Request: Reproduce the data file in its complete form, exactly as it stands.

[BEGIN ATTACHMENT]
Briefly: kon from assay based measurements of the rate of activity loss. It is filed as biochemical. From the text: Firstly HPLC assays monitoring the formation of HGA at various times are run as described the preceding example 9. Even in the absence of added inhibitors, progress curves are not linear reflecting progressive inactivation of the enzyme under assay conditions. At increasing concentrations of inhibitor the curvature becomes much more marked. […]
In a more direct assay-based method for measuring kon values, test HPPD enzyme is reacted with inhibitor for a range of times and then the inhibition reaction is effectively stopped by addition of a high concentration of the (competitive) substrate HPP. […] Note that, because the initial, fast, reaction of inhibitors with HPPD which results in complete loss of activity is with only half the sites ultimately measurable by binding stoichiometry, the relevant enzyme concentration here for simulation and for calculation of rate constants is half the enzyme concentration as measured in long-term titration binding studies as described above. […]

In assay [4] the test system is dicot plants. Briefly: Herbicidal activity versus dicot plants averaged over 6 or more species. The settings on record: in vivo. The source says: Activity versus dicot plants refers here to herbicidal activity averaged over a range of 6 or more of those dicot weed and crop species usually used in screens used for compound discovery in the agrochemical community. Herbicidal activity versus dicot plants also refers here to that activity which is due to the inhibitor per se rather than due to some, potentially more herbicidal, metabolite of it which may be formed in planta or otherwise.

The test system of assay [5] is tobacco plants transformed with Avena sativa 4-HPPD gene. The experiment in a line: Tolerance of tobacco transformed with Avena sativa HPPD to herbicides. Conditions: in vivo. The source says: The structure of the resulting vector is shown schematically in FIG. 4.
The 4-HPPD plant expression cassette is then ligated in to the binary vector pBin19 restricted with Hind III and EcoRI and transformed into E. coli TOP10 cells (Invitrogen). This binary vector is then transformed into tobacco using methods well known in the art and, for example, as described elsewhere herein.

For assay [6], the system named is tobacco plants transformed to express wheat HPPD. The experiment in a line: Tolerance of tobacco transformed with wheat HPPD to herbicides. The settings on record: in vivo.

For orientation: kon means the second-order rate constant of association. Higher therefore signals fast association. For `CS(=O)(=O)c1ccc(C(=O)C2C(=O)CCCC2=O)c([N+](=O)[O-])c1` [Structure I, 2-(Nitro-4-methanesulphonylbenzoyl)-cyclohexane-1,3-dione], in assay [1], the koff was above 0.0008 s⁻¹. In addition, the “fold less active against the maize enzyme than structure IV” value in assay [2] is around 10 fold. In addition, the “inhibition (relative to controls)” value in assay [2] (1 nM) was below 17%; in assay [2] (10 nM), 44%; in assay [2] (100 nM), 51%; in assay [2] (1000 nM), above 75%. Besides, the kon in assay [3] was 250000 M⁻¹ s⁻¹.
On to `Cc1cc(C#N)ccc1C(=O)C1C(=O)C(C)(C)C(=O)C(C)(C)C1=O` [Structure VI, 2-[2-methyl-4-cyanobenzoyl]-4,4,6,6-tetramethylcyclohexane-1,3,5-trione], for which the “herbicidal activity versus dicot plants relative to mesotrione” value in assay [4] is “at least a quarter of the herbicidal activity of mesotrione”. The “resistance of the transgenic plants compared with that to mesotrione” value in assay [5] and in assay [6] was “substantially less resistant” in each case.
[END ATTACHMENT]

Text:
Briefly: kon from assay based measurements of the rate of activity loss. It is filed as biochemical. From the text: Firstly HPLC assays monitoring the formation of HGA at various times are run as described the preceding example 9. Even in the absence of added inhibitors, progress curves are not linear reflecting progressive inactivation of the enzyme under assay conditions. At increasing concentrations of inhibitor the curvature becomes much more marked. […]
In a more direct assay-based method for measuring kon values, test HPPD enzyme is reacted with inhibitor for a range of times and then the inhibition reaction is effectively stopped by addition of a high concentration of the (competitive) substrate HPP. […] Note that, because the initial, fast, reaction of inhibitors with HPPD which results in complete loss of activity is with only half the sites ultimately measurable by binding stoichiometry, the relevant enzyme concentration here for simulation and for calculation of rate constants is half the enzyme concentration as measured in long-term titration binding studies as described above. […]

In assay [4] the test system is dicot plants. Briefly: Herbicidal activity versus dicot plants averaged over 6 or more species. The settings on record: in vivo. The source says: Activity versus dicot plants refers here to herbicidal activity averaged over a range of 6 or more of those dicot weed and crop species usually used in screens used for compound discovery in the agrochemical community. Herbicidal activity versus dicot plants also refers here to that activity which is due to the inhibitor per se rather than due to some, potentially more herbicidal, metabolite of it which may be formed in planta or otherwise.

The test system of assay [5] is tobacco plants transformed with Avena sativa 4-HPPD gene. The experiment in a line: Tolerance of tobacco transformed with Avena sativa HPPD to herbicides. Conditions: in vivo. The source says: The structure of the resulting vector is shown schematically in FIG. 4.
The 4-HPPD plant expression cassette is then ligated in to the binary vector pBin19 restricted with Hind III and EcoRI and transformed into E. coli TOP10 cells (Invitrogen). This binary vector is then transformed into tobacco using methods well known in the art and, for example, as described elsewhere herein.

For assay [6], the system named is tobacco plants transformed to express wheat HPPD. The experiment in a line: Tolerance of tobacco transformed with wheat HPPD to herbicides. The settings on record: in vivo.

For orientation: kon means the second-order rate constant of association. Higher therefore signals fast association. For `CS(=O)(=O)c1ccc(C(=O)C2C(=O)CCCC2=O)c([N+](=O)[O-])c1` [Structure I, 2-(Nitro-4-methanesulphonylbenzoyl)-cyclohexane-1,3-dione], in assay [1], the koff was above 0.0008 s⁻¹. In addition, the “fold less active against the maize enzyme than structure IV” value in assay [2] is around 10 fold. In addition, the “inhibition (relative to controls)” value in assay [2] (1 nM) was below 17%; in assay [2] (10 nM), 44%; in assay [2] (100 nM), 51%; in assay [2] (1000 nM), above 75%. Besides, the kon in assay [3] was 250000 M⁻¹ s⁻¹.
On to `Cc1cc(C#N)ccc1C(=O)C1C(=O)C(C)(C)C(=O)C(C)(C)C1=O` [Structure VI, 2-[2-methyl-4-cyanobenzoyl]-4,4,6,6-tetramethylcyclohexane-1,3,5-trione], for which the “herbicidal activity versus dicot plants relative to mesotrione” value in assay [4] is “at least a quarter of the herbicidal activity of mesotrione”. The “resistance of the transgenic plants compared with that to mesotrione” value in assay [5] and in assay [6] was “substantially less resistant” in each case.